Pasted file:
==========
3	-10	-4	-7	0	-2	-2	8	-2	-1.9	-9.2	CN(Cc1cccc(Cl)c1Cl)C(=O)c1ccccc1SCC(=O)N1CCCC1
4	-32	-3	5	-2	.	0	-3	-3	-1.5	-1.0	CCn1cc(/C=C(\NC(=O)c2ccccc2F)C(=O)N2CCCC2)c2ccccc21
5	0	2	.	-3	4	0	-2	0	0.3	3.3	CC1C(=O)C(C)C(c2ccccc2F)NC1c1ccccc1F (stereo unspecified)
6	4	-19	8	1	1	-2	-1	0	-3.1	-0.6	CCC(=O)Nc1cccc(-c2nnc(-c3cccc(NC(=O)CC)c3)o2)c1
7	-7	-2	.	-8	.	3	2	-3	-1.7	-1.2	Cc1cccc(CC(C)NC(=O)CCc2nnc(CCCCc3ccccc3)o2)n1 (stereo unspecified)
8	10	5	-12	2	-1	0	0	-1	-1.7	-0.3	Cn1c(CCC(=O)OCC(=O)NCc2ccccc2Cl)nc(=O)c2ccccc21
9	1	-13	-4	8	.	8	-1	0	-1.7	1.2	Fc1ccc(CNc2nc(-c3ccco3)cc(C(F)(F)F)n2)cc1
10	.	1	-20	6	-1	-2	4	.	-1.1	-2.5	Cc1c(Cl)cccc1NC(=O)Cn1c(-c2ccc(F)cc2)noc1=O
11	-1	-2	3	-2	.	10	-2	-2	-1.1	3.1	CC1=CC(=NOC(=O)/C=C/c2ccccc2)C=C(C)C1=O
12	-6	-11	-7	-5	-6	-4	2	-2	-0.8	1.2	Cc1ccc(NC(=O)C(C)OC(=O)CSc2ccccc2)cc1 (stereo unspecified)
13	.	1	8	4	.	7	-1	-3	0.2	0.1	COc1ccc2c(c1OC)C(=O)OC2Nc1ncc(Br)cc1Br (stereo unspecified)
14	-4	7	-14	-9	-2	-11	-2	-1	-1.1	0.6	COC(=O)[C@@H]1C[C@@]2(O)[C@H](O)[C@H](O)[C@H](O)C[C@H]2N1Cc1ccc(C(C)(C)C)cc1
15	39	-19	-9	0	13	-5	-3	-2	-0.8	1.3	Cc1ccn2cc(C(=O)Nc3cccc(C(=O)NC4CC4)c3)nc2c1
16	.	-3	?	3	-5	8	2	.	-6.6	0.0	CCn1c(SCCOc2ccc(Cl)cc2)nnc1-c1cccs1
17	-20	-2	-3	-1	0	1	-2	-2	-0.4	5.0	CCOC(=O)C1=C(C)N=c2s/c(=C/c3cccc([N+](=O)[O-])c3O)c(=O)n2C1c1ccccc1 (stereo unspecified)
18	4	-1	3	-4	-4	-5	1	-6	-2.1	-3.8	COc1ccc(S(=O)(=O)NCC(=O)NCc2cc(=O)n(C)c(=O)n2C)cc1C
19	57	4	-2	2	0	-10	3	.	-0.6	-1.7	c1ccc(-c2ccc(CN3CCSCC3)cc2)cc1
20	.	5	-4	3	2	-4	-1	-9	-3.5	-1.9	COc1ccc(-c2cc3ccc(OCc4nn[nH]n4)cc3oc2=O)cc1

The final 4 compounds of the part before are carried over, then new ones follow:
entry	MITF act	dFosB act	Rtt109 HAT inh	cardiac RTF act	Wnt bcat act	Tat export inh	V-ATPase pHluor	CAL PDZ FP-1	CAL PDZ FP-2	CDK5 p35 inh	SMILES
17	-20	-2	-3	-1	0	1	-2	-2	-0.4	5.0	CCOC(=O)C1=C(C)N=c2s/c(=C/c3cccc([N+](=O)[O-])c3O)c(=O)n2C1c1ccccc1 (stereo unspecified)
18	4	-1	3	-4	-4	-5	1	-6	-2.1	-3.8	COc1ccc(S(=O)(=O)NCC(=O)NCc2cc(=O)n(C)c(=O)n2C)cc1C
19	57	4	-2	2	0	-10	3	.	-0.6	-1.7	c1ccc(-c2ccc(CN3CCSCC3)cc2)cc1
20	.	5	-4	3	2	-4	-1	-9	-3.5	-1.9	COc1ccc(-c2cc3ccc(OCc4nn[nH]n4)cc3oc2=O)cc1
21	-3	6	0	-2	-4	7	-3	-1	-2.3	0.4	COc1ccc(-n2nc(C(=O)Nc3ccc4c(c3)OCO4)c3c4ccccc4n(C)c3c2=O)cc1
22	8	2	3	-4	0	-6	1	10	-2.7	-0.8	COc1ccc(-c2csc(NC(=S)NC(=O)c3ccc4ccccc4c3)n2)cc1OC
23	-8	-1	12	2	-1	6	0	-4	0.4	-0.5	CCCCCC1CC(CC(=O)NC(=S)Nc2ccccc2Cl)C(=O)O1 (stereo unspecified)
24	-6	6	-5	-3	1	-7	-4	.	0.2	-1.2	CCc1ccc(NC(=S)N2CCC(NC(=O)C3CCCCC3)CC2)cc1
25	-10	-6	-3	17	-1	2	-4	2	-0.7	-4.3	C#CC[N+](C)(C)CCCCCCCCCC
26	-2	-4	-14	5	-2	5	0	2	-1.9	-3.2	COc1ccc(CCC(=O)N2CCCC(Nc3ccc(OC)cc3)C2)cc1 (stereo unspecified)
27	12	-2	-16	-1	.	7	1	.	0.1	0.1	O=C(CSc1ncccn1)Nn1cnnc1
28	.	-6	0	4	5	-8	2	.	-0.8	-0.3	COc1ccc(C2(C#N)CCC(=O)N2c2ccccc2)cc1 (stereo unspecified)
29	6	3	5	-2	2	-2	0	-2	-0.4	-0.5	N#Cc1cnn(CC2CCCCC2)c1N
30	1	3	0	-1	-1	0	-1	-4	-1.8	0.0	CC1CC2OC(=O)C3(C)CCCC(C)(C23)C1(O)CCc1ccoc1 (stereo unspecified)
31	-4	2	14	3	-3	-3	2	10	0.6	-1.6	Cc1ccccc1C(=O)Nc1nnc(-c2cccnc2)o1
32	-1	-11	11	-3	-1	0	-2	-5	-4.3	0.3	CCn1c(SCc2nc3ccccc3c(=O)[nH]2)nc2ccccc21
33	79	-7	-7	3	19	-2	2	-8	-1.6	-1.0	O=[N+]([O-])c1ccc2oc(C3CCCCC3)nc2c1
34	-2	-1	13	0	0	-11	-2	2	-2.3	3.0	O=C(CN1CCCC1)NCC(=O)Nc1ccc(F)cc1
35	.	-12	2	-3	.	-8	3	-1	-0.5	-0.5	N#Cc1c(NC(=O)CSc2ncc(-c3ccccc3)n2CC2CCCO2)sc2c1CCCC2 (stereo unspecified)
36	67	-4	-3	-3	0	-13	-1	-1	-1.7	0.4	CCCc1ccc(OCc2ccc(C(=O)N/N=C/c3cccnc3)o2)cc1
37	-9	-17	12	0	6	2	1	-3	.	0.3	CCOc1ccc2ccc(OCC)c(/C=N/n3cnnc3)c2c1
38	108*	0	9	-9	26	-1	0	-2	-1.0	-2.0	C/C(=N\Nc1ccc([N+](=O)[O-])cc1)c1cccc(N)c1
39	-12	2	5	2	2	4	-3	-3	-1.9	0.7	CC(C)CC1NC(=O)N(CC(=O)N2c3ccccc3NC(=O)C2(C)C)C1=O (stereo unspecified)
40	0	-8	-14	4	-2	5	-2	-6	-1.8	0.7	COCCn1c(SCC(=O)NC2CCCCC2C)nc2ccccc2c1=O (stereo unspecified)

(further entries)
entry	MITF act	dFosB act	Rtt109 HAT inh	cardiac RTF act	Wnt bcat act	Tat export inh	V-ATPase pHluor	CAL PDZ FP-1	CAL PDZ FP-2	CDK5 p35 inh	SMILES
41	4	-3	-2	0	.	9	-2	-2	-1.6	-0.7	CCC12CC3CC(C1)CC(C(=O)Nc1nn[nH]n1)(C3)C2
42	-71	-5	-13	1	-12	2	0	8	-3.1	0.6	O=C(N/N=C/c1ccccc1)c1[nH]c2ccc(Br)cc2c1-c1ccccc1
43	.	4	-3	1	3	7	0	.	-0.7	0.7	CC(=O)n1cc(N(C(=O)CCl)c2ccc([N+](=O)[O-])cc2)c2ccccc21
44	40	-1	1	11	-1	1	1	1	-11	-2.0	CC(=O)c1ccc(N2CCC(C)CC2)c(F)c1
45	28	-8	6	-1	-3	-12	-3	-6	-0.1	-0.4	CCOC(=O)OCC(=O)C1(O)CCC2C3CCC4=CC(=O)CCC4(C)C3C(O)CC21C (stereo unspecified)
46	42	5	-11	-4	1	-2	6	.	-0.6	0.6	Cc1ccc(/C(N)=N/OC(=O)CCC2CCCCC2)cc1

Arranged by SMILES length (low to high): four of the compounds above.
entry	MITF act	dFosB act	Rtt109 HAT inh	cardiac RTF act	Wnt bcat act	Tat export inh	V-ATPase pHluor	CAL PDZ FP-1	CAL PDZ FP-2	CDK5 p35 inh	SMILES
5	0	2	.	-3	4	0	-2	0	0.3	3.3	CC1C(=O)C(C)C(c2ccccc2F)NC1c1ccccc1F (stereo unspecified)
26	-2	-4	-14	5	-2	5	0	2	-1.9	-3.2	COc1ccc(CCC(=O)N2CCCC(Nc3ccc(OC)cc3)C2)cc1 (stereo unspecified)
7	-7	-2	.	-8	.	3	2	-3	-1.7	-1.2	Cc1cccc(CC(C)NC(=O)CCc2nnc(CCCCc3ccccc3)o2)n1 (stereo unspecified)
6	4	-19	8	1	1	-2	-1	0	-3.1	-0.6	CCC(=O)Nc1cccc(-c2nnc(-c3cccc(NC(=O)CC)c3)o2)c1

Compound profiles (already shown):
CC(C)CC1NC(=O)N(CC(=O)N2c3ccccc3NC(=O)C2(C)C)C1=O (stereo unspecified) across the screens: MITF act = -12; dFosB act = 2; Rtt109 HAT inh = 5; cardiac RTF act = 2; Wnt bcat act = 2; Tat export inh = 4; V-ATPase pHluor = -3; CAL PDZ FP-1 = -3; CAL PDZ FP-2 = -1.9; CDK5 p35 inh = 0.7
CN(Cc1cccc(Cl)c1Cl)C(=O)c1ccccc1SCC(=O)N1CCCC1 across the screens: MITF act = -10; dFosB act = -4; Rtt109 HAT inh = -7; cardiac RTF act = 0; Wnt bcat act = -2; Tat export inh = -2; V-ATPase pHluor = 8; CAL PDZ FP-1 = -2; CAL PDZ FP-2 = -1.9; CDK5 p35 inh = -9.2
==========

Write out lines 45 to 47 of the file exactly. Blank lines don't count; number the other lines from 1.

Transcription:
(further entries)
entry	MITF act	dFosB act	Rtt109 HAT inh	cardiac RTF act	Wnt bcat act	Tat export inh	V-ATPase pHluor	CAL PDZ FP-1	CAL PDZ FP-2	CDK5 p35 inh	SMILES
41	4	-3	-2	0	.	9	-2	-2	-1.6	-0.7	CCC12CC3CC(C1)CC(C(=O)Nc1nn[nH]n1)(C3)C2